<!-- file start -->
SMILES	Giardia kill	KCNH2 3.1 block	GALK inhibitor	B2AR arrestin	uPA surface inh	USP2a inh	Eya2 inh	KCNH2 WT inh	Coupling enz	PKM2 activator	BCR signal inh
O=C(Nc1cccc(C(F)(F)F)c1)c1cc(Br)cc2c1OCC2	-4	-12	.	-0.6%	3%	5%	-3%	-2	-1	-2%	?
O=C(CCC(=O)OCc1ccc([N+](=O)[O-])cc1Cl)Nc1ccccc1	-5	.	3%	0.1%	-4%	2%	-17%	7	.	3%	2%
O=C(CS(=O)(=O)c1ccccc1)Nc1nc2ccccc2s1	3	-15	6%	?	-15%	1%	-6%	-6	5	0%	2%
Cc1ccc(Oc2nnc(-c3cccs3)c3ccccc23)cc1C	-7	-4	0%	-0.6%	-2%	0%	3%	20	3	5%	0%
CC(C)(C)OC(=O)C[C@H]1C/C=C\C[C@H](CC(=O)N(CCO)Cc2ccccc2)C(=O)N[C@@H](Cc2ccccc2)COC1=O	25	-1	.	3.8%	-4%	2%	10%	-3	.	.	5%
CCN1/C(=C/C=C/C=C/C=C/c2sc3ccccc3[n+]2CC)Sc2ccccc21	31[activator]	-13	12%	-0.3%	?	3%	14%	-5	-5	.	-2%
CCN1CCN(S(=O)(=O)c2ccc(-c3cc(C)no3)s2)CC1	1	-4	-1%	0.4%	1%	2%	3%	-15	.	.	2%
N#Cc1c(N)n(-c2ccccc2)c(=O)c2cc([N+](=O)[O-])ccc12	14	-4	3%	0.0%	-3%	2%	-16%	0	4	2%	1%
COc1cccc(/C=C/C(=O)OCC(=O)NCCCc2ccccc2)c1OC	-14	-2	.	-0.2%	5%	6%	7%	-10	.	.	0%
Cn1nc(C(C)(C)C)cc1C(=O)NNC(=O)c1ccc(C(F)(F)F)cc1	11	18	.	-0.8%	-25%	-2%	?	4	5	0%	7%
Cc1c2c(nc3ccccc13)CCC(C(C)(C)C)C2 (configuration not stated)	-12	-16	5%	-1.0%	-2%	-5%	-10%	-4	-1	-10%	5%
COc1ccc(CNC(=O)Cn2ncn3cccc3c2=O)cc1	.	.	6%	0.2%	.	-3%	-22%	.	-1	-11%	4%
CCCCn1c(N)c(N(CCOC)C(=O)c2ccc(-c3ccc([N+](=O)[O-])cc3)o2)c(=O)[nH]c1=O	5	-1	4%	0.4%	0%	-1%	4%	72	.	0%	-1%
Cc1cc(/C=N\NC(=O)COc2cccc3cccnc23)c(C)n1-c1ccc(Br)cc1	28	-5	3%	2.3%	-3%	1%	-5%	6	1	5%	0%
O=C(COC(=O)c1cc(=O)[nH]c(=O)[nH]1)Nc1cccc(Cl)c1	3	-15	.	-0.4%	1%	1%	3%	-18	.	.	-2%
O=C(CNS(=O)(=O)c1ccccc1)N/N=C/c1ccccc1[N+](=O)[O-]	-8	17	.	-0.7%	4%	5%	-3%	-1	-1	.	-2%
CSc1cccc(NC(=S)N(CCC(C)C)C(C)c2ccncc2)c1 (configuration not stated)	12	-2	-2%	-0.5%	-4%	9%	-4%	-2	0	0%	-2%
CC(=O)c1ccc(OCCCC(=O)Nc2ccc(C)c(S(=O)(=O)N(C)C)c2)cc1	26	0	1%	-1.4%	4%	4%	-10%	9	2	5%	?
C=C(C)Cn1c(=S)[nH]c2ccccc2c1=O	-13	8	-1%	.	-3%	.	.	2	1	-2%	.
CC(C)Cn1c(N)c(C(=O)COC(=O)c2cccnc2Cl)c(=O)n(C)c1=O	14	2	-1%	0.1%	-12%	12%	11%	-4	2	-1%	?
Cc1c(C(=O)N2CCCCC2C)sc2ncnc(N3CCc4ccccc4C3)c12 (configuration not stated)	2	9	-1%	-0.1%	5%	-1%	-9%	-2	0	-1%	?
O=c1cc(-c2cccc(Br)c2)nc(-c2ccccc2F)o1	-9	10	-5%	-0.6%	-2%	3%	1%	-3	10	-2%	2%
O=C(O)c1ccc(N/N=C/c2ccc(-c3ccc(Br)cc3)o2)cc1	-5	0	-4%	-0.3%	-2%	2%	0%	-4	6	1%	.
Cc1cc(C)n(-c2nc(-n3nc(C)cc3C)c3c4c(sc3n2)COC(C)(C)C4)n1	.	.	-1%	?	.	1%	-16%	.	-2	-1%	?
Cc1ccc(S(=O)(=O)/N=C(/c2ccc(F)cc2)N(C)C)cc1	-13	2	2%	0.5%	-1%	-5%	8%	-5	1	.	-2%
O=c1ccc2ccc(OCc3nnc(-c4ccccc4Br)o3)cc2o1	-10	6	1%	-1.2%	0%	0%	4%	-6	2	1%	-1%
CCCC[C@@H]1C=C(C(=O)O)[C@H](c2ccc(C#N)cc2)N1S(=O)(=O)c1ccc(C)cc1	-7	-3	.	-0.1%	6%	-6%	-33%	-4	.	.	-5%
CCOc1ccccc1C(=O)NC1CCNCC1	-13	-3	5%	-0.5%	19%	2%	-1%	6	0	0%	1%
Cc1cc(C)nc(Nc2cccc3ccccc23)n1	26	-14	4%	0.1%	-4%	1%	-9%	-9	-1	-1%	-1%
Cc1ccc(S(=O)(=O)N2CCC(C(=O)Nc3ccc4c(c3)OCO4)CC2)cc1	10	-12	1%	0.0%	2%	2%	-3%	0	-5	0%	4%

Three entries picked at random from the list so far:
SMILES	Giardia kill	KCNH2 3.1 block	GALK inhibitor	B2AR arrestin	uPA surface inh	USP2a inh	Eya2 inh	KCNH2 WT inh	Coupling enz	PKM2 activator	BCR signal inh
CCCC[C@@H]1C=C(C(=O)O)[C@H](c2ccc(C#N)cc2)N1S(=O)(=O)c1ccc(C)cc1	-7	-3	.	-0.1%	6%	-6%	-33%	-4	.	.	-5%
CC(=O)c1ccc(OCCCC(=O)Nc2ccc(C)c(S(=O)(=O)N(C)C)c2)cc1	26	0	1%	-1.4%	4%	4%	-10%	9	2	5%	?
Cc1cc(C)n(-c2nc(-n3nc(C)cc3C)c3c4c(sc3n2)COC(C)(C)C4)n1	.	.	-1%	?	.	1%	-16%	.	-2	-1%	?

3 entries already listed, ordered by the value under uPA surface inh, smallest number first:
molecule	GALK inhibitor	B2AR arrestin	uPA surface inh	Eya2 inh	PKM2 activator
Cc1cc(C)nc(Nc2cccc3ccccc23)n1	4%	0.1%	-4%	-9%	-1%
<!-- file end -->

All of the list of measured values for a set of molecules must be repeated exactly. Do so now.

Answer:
SMILES	Giardia kill	KCNH2 3.1 block	GALK inhibitor	B2AR arrestin	uPA surface inh	USP2a inh	Eya2 inh	KCNH2 WT inh	Coupling enz	PKM2 activator	BCR signal inh
O=C(Nc1cccc(C(F)(F)F)c1)c1cc(Br)cc2c1OCC2	-4	-12	.	-0.6%	3%	5%	-3%	-2	-1	-2%	?
O=C(CCC(=O)OCc1ccc([N+](=O)[O-])cc1Cl)Nc1ccccc1	-5	.	3%	0.1%	-4%	2%	-17%	7	.	3%	2%
O=C(CS(=O)(=O)c1ccccc1)Nc1nc2ccccc2s1	3	-15	6%	?	-15%	1%	-6%	-6	5	0%	2%
Cc1ccc(Oc2nnc(-c3cccs3)c3ccccc23)cc1C	-7	-4	0%	-0.6%	-2%	0%	3%	20	3	5%	0%
CC(C)(C)OC(=O)C[C@H]1C/C=C\C[C@H](CC(=O)N(CCO)Cc2ccccc2)C(=O)N[C@@H](Cc2ccccc2)COC1=O	25	-1	.	3.8%	-4%	2%	10%	-3	.	.	5%
CCN1/C(=C/C=C/C=C/C=C/c2sc3ccccc3[n+]2CC)Sc2ccccc21	31[activator]	-13	12%	-0.3%	?	3%	14%	-5	-5	.	-2%
CCN1CCN(S(=O)(=O)c2ccc(-c3cc(C)no3)s2)CC1	1	-4	-1%	0.4%	1%	2%	3%	-15	.	.	2%
N#Cc1c(N)n(-c2ccccc2)c(=O)c2cc([N+](=O)[O-])ccc12	14	-4	3%	0.0%	-3%	2%	-16%	0	4	2%	1%
COc1cccc(/C=C/C(=O)OCC(=O)NCCCc2ccccc2)c1OC	-14	-2	.	-0.2%	5%	6%	7%	-10	.	.	0%
Cn1nc(C(C)(C)C)cc1C(=O)NNC(=O)c1ccc(C(F)(F)F)cc1	11	18	.	-0.8%	-25%	-2%	?	4	5	0%	7%
Cc1c2c(nc3ccccc13)CCC(C(C)(C)C)C2 (configuration not stated)	-12	-16	5%	-1.0%	-2%	-5%	-10%	-4	-1	-10%	5%
COc1ccc(CNC(=O)Cn2ncn3cccc3c2=O)cc1	.	.	6%	0.2%	.	-3%	-22%	.	-1	-11%	4%
CCCCn1c(N)c(N(CCOC)C(=O)c2ccc(-c3ccc([N+](=O)[O-])cc3)o2)c(=O)[nH]c1=O	5	-1	4%	0.4%	0%	-1%	4%	72	.	0%	-1%
Cc1cc(/C=N\NC(=O)COc2cccc3cccnc23)c(C)n1-c1ccc(Br)cc1	28	-5	3%	2.3%	-3%	1%	-5%	6	1	5%	0%
O=C(COC(=O)c1cc(=O)[nH]c(=O)[nH]1)Nc1cccc(Cl)c1	3	-15	.	-0.4%	1%	1%	3%	-18	.	.	-2%
O=C(CNS(=O)(=O)c1ccccc1)N/N=C/c1ccccc1[N+](=O)[O-]	-8	17	.	-0.7%	4%	5%	-3%	-1	-1	.	-2%
CSc1cccc(NC(=S)N(CCC(C)C)C(C)c2ccncc2)c1 (configuration not stated)	12	-2	-2%	-0.5%	-4%	9%	-4%	-2	0	0%	-2%
CC(=O)c1ccc(OCCCC(=O)Nc2ccc(C)c(S(=O)(=O)N(C)C)c2)cc1	26	0	1%	-1.4%	4%	4%	-10%	9	2	5%	?
C=C(C)Cn1c(=S)[nH]c2ccccc2c1=O	-13	8	-1%	.	-3%	.	.	2	1	-2%	.
CC(C)Cn1c(N)c(C(=O)COC(=O)c2cccnc2Cl)c(=O)n(C)c1=O	14	2	-1%	0.1%	-12%	12%	11%	-4	2	-1%	?
Cc1c(C(=O)N2CCCCC2C)sc2ncnc(N3CCc4ccccc4C3)c12 (configuration not stated)	2	9	-1%	-0.1%	5%	-1%	-9%	-2	0	-1%	?
O=c1cc(-c2cccc(Br)c2)nc(-c2ccccc2F)o1	-9	10	-5%	-0.6%	-2%	3%	1%	-3	10	-2%	2%
O=C(O)c1ccc(N/N=C/c2ccc(-c3ccc(Br)cc3)o2)cc1	-5	0	-4%	-0.3%	-2%	2%	0%	-4	6	1%	.
Cc1cc(C)n(-c2nc(-n3nc(C)cc3C)c3c4c(sc3n2)COC(C)(C)C4)n1	.	.	-1%	?	.	1%	-16%	.	-2	-1%	?
Cc1ccc(S(=O)(=O)/N=C(/c2ccc(F)cc2)N(C)C)cc1	-13	2	2%	0.5%	-1%	-5%	8%	-5	1	.	-2%
O=c1ccc2ccc(OCc3nnc(-c4ccccc4Br)o3)cc2o1	-10	6	1%	-1.2%	0%	0%	4%	-6	2	1%	-1%
CCCC[C@@H]1C=C(C(=O)O)[C@H](c2ccc(C#N)cc2)N1S(=O)(=O)c1ccc(C)cc1	-7	-3	.	-0.1%	6%	-6%	-33%	-4	.	.	-5%
CCOc1ccccc1C(=O)NC1CCNCC1	-13	-3	5%	-0.5%	19%	2%	-1%	6	0	0%	1%
Cc1cc(C)nc(Nc2cccc3ccccc23)n1	26	-14	4%	0.1%	-4%	1%	-9%	-9	-1	-1%	-1%
Cc1ccc(S(=O)(=O)N2CCC(C(=O)Nc3ccc4c(c3)OCO4)CC2)cc1	10	-12	1%	0.0%	2%	2%	-3%	0	-5	0%	4%

Three entries picked at random from the list so far:
SMILES	Giardia kill	KCNH2 3.1 block	GALK inhibitor	B2AR arrestin	uPA surface inh	USP2a inh	Eya2 inh	KCNH2 WT inh	Coupling enz	PKM2 activator	BCR signal inh
CCCC[C@@H]1C=C(C(=O)O)[C@H](c2ccc(C#N)cc2)N1S(=O)(=O)c1ccc(C)cc1	-7	-3	.	-0.1%	6%	-6%	-33%	-4	.	.	-5%
CC(=O)c1ccc(OCCCC(=O)Nc2ccc(C)c(S(=O)(=O)N(C)C)c2)cc1	26	0	1%	-1.4%	4%	4%	-10%	9	2	5%	?
Cc1cc(C)n(-c2nc(-n3nc(C)cc3C)c3c4c(sc3n2)COC(C)(C)C4)n1	.	.	-1%	?	.	1%	-16%	.	-2	-1%	?

3 entries already listed, ordered by the value under uPA surface inh, smallest number first:
molecule	GALK inhibitor	B2AR arrestin	uPA surface inh	Eya2 inh	PKM2 activator
Cc1cc(C)nc(Nc2cccc3ccccc23)n1	4%	0.1%	-4%	-9%	-1%